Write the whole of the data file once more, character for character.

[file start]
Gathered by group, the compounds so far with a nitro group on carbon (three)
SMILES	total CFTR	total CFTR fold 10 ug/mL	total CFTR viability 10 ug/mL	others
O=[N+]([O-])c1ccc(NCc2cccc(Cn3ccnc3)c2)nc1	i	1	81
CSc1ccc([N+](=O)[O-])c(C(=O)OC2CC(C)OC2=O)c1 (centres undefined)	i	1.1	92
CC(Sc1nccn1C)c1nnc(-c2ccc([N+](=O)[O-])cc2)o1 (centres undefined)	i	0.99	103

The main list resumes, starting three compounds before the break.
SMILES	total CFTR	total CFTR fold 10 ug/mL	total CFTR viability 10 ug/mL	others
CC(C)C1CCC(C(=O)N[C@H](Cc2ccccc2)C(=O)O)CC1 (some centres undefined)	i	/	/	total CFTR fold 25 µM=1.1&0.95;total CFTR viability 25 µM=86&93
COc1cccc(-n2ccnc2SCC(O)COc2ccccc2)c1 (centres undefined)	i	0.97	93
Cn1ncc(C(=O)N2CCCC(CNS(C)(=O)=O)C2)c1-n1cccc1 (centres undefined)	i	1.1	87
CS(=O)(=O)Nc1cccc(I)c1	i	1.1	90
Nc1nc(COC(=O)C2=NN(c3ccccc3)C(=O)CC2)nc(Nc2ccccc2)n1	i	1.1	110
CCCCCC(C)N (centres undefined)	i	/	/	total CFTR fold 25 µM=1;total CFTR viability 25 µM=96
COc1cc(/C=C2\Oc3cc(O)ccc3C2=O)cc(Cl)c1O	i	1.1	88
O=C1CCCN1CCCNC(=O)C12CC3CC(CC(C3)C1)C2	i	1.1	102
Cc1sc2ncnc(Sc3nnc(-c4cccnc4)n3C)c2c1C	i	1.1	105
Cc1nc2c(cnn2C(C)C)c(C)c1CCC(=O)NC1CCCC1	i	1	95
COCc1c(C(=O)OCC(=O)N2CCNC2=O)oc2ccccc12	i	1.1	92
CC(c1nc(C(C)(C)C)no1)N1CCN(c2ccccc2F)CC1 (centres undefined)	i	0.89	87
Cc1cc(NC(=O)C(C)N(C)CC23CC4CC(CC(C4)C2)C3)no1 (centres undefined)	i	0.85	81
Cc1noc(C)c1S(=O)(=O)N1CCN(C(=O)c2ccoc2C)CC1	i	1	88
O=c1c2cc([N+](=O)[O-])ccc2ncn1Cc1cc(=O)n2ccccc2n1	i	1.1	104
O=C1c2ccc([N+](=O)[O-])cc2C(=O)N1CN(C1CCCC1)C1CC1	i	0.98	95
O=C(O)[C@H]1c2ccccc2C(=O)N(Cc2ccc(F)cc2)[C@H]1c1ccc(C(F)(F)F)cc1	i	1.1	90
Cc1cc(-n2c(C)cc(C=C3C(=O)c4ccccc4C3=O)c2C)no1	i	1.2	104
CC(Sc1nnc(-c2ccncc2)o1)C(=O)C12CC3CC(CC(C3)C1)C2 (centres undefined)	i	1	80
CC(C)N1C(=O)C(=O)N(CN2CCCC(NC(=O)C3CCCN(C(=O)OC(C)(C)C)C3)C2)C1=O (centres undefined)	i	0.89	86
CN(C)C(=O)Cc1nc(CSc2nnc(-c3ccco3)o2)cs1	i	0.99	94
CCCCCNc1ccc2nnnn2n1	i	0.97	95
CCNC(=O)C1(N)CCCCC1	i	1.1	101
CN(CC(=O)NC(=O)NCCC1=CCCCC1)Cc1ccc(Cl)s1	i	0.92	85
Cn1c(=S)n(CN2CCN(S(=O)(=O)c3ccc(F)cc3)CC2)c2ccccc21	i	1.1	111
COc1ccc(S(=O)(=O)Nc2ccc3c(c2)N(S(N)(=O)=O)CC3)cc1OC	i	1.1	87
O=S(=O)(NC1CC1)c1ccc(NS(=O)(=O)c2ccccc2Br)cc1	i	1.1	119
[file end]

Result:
Gathered by group, the compounds so far with a nitro group on carbon (three)
SMILES	total CFTR	total CFTR fold 10 ug/mL	total CFTR viability 10 ug/mL	others
O=[N+]([O-])c1ccc(NCc2cccc(Cn3ccnc3)c2)nc1	i	1	81
CSc1ccc([N+](=O)[O-])c(C(=O)OC2CC(C)OC2=O)c1 (centres undefined)	i	1.1	92
CC(Sc1nccn1C)c1nnc(-c2ccc([N+](=O)[O-])cc2)o1 (centres undefined)	i	0.99	103

The main list resumes, starting three compounds before the break.
SMILES	total CFTR	total CFTR fold 10 ug/mL	total CFTR viability 10 ug/mL	others
CC(C)C1CCC(C(=O)N[C@H](Cc2ccccc2)C(=O)O)CC1 (some centres undefined)	i	/	/	total CFTR fold 25 µM=1.1&0.95;total CFTR viability 25 µM=86&93
COc1cccc(-n2ccnc2SCC(O)COc2ccccc2)c1 (centres undefined)	i	0.97	93
Cn1ncc(C(=O)N2CCCC(CNS(C)(=O)=O)C2)c1-n1cccc1 (centres undefined)	i	1.1	87
CS(=O)(=O)Nc1cccc(I)c1	i	1.1	90
Nc1nc(COC(=O)C2=NN(c3ccccc3)C(=O)CC2)nc(Nc2ccccc2)n1	i	1.1	110
CCCCCC(C)N (centres undefined)	i	/	/	total CFTR fold 25 µM=1;total CFTR viability 25 µM=96
COc1cc(/C=C2\Oc3cc(O)ccc3C2=O)cc(Cl)c1O	i	1.1	88
O=C1CCCN1CCCNC(=O)C12CC3CC(CC(C3)C1)C2	i	1.1	102
Cc1sc2ncnc(Sc3nnc(-c4cccnc4)n3C)c2c1C	i	1.1	105
Cc1nc2c(cnn2C(C)C)c(C)c1CCC(=O)NC1CCCC1	i	1	95
COCc1c(C(=O)OCC(=O)N2CCNC2=O)oc2ccccc12	i	1.1	92
CC(c1nc(C(C)(C)C)no1)N1CCN(c2ccccc2F)CC1 (centres undefined)	i	0.89	87
Cc1cc(NC(=O)C(C)N(C)CC23CC4CC(CC(C4)C2)C3)no1 (centres undefined)	i	0.85	81
Cc1noc(C)c1S(=O)(=O)N1CCN(C(=O)c2ccoc2C)CC1	i	1	88
O=c1c2cc([N+](=O)[O-])ccc2ncn1Cc1cc(=O)n2ccccc2n1	i	1.1	104
O=C1c2ccc([N+](=O)[O-])cc2C(=O)N1CN(C1CCCC1)C1CC1	i	0.98	95
O=C(O)[C@H]1c2ccccc2C(=O)N(Cc2ccc(F)cc2)[C@H]1c1ccc(C(F)(F)F)cc1	i	1.1	90
Cc1cc(-n2c(C)cc(C=C3C(=O)c4ccccc4C3=O)c2C)no1	i	1.2	104
CC(Sc1nnc(-c2ccncc2)o1)C(=O)C12CC3CC(CC(C3)C1)C2 (centres undefined)	i	1	80
CC(C)N1C(=O)C(=O)N(CN2CCCC(NC(=O)C3CCCN(C(=O)OC(C)(C)C)C3)C2)C1=O (centres undefined)	i	0.89	86
CN(C)C(=O)Cc1nc(CSc2nnc(-c3ccco3)o2)cs1	i	0.99	94
CCCCCNc1ccc2nnnn2n1	i	0.97	95
CCNC(=O)C1(N)CCCCC1	i	1.1	101
CN(CC(=O)NC(=O)NCCC1=CCCCC1)Cc1ccc(Cl)s1	i	0.92	85
Cn1c(=S)n(CN2CCN(S(=O)(=O)c3ccc(F)cc3)CC2)c2ccccc21	i	1.1	111
COc1ccc(S(=O)(=O)Nc2ccc3c(c2)N(S(N)(=O)=O)CC3)cc1OC	i	1.1	87
O=S(=O)(NC1CC1)c1ccc(NS(=O)(=O)c2ccccc2Br)cc1	i	1.1	119